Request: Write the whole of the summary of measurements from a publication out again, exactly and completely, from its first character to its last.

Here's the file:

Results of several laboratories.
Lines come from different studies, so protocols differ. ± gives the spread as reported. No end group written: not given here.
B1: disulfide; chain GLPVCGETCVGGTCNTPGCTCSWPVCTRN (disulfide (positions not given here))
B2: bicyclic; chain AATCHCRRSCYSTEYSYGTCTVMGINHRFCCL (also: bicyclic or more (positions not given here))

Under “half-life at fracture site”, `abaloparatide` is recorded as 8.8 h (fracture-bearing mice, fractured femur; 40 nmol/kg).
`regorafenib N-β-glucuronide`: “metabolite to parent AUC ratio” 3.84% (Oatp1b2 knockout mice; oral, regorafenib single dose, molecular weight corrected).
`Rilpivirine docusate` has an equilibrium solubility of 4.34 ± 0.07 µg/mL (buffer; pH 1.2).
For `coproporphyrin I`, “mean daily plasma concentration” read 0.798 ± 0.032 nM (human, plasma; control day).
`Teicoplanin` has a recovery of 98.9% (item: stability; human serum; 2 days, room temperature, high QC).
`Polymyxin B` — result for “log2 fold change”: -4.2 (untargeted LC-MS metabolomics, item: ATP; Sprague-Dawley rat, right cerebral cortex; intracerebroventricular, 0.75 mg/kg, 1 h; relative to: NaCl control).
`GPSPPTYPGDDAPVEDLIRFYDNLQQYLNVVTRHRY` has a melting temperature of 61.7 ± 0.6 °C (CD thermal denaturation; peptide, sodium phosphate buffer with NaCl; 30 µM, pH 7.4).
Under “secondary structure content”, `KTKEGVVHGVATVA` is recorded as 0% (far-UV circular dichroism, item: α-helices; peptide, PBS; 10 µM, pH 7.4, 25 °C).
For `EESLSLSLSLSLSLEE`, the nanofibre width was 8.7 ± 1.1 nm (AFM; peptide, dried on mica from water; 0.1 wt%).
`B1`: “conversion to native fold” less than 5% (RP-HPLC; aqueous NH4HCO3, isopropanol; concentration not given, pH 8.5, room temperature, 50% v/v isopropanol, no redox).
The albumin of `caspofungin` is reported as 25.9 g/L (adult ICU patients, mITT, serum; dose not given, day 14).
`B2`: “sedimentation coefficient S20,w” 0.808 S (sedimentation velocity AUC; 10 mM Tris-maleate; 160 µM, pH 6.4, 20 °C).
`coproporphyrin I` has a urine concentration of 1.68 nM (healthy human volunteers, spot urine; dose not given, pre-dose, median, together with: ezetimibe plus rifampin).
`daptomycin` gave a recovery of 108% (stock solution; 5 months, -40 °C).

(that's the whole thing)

Results of several laboratories.
Lines come from different studies, so protocols differ. ± gives the spread as reported. No end group written: not given here.
B1: disulfide; chain GLPVCGETCVGGTCNTPGCTCSWPVCTRN (disulfide (positions not given here))
B2: bicyclic; chain AATCHCRRSCYSTEYSYGTCTVMGINHRFCCL (also: bicyclic or more (positions not given here))

Under “half-life at fracture site”, `abaloparatide` is recorded as 8.8 h (fracture-bearing mice, fractured femur; 40 nmol/kg).
`regorafenib N-β-glucuronide`: “metabolite to parent AUC ratio” 3.84% (Oatp1b2 knockout mice; oral, regorafenib single dose, molecular weight corrected).
`Rilpivirine docusate` has an equilibrium solubility of 4.34 ± 0.07 µg/mL (buffer; pH 1.2).
For `coproporphyrin I`, “mean daily plasma concentration” read 0.798 ± 0.032 nM (human, plasma; control day).
`Teicoplanin` has a recovery of 98.9% (item: stability; human serum; 2 days, room temperature, high QC).
`Polymyxin B` — result for “log2 fold change”: -4.2 (untargeted LC-MS metabolomics, item: ATP; Sprague-Dawley rat, right cerebral cortex; intracerebroventricular, 0.75 mg/kg, 1 h; relative to: NaCl control).
`GPSPPTYPGDDAPVEDLIRFYDNLQQYLNVVTRHRY` has a melting temperature of 61.7 ± 0.6 °C (CD thermal denaturation; peptide, sodium phosphate buffer with NaCl; 30 µM, pH 7.4).
Under “secondary structure content”, `KTKEGVVHGVATVA` is recorded as 0% (far-UV circular dichroism, item: α-helices; peptide, PBS; 10 µM, pH 7.4, 25 °C).
For `EESLSLSLSLSLSLEE`, the nanofibre width was 8.7 ± 1.1 nm (AFM; peptide, dried on mica from water; 0.1 wt%).
`B1`: “conversion to native fold” less than 5% (RP-HPLC; aqueous NH4HCO3, isopropanol; concentration not given, pH 8.5, room temperature, 50% v/v isopropanol, no redox).
The albumin of `caspofungin` is reported as 25.9 g/L (adult ICU patients, mITT, serum; dose not given, day 14).
`B2`: “sedimentation coefficient S20,w” 0.808 S (sedimentation velocity AUC; 10 mM Tris-maleate; 160 µM, pH 6.4, 20 °C).
`coproporphyrin I` has a urine concentration of 1.68 nM (healthy human volunteers, spot urine; dose not given, pre-dose, median, together with: ezetimibe plus rifampin).
`daptomycin` gave a recovery of 108% (stock solution; 5 months, -40 °C).